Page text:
You’d think being forced to stay home is the ideal time to develop a deep, consistent mindfulness practice. It’s good for well-being, and it’s good for focus at work, with clients and while working from home.
So why do I *not* meditate? Why do I keep putting it off?
When I stop and pay attention to the resistance, I find the reason. I am a bit on edge, and it feels difficult to go from something stressful (the news) or demanding (a rewarding but intense conversation with a client) or exciting (watching my favourite show) directly to meditation – the sudden shift is uncomfortable for reasons I don’t understand. But if I don’t understand it, I can still accept it.
And as I’ve accepted it, I can respond to it, choosing a way to transition into meditation. Such as:
Find a much less stressful activity to do first, e.g. 15 minutes of tidying. (Tidying papers is fine. Actually doing paperwork, we can talk about another time!)
Mindfully savour a hot drink (here’s the one I made just now). This can be a prelude to the meditation, or it can be the meditation itself.
Listen to some very chill music. (My go-to is the “Robot Heart” yoga playlist from Burning Man – you can find it on Spotify or Soundcloud.) And you can combine this with one of the other strategies.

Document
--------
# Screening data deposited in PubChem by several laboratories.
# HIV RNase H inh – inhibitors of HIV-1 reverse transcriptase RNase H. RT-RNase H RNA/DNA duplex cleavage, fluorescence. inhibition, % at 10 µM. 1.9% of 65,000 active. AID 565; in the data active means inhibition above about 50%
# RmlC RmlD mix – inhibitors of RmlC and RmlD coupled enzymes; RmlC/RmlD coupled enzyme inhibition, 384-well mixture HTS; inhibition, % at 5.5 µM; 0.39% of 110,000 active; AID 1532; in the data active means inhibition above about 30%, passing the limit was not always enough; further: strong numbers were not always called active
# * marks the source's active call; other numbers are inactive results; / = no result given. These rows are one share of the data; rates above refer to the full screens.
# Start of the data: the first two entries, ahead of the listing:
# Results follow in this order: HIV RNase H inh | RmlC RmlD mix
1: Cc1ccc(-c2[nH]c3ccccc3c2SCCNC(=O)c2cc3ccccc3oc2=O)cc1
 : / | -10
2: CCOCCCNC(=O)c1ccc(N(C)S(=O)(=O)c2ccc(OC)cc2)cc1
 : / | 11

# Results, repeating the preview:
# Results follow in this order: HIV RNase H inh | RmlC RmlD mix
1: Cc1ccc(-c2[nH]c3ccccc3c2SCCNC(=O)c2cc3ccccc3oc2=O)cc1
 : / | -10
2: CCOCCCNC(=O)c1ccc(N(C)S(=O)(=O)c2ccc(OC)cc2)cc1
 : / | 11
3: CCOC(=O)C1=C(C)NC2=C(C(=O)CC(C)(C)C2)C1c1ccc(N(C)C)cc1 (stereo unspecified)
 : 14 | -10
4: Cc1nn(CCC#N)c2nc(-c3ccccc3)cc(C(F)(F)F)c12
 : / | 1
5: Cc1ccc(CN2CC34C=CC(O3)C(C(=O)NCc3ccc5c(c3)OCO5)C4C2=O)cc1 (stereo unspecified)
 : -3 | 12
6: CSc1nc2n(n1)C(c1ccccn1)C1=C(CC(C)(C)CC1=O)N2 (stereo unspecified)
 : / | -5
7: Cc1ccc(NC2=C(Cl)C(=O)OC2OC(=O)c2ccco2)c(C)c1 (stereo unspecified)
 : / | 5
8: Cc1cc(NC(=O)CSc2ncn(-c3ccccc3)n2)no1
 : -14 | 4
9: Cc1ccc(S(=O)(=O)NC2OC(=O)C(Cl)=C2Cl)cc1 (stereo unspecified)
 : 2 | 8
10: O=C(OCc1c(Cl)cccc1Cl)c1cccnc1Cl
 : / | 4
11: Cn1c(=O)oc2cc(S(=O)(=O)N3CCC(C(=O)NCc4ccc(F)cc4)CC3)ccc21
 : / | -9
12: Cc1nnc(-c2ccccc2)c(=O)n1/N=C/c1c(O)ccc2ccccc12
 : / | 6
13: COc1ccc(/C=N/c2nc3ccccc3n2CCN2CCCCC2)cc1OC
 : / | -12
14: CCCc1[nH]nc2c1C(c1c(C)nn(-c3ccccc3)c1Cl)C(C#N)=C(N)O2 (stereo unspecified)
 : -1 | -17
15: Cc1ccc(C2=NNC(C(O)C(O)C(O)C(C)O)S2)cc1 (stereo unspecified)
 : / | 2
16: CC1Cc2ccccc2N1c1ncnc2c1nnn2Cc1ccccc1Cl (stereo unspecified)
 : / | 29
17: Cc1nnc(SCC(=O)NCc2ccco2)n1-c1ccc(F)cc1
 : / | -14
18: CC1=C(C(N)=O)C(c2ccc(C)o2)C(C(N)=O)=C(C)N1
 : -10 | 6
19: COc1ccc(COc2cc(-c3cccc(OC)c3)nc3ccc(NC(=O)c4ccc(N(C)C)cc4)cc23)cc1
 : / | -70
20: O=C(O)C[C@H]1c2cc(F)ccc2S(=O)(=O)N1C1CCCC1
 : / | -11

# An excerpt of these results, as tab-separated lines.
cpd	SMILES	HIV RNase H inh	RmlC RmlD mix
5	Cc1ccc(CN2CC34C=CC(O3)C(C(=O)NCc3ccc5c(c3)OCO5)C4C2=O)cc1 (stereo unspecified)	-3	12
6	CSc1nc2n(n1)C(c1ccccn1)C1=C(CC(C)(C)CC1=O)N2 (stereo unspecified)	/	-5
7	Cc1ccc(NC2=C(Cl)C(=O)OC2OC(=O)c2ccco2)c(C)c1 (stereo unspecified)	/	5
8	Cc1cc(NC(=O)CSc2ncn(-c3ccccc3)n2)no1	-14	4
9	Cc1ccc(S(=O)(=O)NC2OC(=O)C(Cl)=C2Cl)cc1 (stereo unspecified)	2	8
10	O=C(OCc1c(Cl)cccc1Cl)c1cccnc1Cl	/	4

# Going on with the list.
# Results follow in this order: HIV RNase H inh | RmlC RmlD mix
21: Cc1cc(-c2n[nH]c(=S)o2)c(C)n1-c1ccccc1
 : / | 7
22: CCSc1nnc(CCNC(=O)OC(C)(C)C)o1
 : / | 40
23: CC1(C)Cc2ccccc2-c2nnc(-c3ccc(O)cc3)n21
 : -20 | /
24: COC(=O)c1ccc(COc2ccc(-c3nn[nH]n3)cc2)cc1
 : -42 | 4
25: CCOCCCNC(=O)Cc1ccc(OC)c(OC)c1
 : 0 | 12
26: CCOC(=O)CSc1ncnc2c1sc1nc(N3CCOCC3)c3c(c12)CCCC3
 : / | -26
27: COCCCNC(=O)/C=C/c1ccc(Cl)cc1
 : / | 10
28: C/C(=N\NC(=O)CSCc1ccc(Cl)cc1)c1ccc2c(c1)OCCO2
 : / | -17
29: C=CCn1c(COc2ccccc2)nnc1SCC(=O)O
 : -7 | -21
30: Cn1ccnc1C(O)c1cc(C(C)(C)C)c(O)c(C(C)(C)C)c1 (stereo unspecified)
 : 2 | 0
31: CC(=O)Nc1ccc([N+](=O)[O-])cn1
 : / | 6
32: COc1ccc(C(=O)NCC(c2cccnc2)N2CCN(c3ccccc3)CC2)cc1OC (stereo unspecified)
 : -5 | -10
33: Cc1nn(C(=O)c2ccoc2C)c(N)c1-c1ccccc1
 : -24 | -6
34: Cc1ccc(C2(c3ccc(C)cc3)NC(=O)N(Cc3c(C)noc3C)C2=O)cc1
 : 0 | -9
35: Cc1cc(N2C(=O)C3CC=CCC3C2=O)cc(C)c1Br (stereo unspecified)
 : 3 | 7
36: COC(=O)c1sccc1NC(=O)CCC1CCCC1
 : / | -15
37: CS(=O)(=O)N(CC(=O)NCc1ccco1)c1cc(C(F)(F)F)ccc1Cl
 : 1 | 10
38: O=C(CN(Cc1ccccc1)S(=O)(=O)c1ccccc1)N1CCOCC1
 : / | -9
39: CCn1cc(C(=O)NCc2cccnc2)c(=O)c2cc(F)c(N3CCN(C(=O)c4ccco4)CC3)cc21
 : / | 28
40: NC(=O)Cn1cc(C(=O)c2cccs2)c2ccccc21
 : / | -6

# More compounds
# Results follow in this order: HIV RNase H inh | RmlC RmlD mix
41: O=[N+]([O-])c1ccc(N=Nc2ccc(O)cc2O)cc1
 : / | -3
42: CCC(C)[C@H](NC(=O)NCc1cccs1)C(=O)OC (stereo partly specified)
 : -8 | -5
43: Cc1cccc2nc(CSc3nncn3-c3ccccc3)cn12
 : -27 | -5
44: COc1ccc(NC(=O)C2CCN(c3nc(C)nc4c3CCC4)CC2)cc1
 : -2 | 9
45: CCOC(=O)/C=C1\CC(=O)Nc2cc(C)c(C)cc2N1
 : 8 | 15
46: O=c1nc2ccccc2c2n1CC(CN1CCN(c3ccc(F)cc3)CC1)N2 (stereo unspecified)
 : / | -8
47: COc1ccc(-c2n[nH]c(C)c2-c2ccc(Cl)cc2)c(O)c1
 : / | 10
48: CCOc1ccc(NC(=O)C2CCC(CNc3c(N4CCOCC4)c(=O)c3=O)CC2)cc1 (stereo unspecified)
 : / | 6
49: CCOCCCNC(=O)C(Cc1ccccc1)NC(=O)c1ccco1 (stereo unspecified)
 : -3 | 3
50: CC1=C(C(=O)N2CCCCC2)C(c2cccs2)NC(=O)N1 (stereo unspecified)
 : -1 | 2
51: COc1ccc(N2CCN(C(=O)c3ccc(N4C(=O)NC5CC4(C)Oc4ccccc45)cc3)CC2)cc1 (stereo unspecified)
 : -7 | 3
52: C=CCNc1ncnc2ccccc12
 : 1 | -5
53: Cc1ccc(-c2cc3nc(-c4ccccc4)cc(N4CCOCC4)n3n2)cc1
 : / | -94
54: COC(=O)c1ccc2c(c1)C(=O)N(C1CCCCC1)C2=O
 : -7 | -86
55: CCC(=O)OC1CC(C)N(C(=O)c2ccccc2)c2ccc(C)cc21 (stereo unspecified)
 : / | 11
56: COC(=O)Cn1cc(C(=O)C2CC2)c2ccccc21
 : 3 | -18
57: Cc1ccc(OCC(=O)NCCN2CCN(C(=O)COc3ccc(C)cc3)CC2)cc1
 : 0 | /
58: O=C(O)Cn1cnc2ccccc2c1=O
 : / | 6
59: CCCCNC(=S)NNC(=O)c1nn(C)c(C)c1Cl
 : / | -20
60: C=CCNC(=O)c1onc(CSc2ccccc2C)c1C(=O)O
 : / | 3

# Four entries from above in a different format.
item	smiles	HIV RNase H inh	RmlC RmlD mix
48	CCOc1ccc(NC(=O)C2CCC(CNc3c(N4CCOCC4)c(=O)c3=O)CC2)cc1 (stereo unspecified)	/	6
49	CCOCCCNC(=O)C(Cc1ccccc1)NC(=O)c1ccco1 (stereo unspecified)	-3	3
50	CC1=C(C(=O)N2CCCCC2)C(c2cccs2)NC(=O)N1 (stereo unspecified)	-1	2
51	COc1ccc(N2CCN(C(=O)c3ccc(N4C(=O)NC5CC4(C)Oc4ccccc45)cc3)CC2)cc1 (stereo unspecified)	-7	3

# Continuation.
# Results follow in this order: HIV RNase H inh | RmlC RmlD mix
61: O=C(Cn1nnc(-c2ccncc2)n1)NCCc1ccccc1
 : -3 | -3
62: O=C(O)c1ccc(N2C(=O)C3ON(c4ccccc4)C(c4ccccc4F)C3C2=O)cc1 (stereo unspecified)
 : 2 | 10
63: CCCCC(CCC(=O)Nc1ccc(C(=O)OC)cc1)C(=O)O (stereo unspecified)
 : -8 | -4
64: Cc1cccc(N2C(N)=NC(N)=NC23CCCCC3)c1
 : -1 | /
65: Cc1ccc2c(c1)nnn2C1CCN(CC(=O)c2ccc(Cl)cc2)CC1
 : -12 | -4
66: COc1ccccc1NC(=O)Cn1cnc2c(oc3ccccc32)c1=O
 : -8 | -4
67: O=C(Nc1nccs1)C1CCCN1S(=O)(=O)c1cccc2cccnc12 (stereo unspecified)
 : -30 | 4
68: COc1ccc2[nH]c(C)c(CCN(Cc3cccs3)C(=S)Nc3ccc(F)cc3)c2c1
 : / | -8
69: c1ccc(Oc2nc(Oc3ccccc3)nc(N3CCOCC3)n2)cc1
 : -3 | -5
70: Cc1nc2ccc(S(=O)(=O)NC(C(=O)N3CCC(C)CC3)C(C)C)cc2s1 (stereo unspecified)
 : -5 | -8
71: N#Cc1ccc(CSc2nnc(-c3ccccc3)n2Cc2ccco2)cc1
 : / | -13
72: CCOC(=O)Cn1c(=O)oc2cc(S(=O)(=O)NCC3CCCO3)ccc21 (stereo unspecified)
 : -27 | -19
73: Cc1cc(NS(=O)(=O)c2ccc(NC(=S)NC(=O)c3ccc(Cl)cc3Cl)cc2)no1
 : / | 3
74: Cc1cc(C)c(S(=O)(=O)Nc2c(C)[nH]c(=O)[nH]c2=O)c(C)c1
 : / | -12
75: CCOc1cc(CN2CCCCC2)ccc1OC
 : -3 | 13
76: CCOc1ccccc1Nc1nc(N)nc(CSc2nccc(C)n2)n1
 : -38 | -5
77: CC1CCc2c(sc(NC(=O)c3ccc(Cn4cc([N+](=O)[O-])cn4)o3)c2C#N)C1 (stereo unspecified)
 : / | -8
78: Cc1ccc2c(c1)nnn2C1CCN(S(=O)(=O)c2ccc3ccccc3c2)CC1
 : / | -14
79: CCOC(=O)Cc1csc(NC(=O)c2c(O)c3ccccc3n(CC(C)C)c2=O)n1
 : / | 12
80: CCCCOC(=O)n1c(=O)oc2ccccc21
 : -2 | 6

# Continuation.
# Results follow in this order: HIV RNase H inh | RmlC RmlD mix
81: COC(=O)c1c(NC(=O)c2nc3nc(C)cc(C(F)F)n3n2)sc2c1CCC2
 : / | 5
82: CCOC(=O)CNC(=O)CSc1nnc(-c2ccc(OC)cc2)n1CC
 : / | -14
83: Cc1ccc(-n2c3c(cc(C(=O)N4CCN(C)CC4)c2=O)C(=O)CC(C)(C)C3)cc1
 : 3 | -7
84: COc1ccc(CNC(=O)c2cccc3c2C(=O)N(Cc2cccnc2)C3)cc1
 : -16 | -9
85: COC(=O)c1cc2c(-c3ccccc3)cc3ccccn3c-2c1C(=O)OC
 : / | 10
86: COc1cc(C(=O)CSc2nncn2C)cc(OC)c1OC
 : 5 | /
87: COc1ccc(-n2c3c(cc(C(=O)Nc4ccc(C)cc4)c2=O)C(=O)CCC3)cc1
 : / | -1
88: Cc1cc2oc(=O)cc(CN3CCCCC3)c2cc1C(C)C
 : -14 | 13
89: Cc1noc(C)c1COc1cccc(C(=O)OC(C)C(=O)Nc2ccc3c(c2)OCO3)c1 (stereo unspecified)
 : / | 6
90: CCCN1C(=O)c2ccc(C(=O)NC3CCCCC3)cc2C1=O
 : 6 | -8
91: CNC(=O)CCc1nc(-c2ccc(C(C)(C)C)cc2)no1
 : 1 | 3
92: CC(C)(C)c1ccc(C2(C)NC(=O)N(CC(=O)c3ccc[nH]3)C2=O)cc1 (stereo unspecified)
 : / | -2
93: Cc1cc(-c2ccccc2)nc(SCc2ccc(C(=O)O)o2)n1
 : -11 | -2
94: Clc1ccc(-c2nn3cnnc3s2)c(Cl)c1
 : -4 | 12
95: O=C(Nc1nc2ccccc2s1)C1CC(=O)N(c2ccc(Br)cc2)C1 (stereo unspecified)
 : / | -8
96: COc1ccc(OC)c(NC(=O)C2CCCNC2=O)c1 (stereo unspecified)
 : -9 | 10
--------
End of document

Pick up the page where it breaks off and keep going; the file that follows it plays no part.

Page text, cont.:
If you know what you want to do, but you feel stuck and are not getting started, this post is for you.
Perfectionism is the action killer. Do something badly a first time, then do it the second time, and a third, and you’ll be far ahead of where you are now. So far ahead of the person waiting vainly to be “ready”.
You’re not good yet, and that’s okay. If it matters to you, keep going.
It’s okay to be afraid to start. Just don’t let fear stop you.
Words of wisdom from someone who started badly, and from there gone on to very big things:
You don’t run into people who say, “I’ve written 7,000 blog posts and none of them are any good. Can you help make me make my writing better?” What they say is, “I’m blocked.” Well, actually you’re not. Because you can talk. You can speak. You’re just not writing down what you’re saying because you’re afraid.
And improving your work is a hundred times easier than getting a guarantee that your work will be fine.
So, do bad work. Do it often, do it generously, and then work to improve it. That’s how you learned how to walk. It’s how you learned how to talk.
It’s how you learn how to do everything that matters to you. But now suddenly you’re waiting for a guarantee. It doesn’t work that way.
It’s so easy now to blog every day. So easy now to put up a video. So easy now to put your work into the world. And if you’re willing to do it poorly, then you could probably learn how to do it better. – Seth Godin (emphasis added)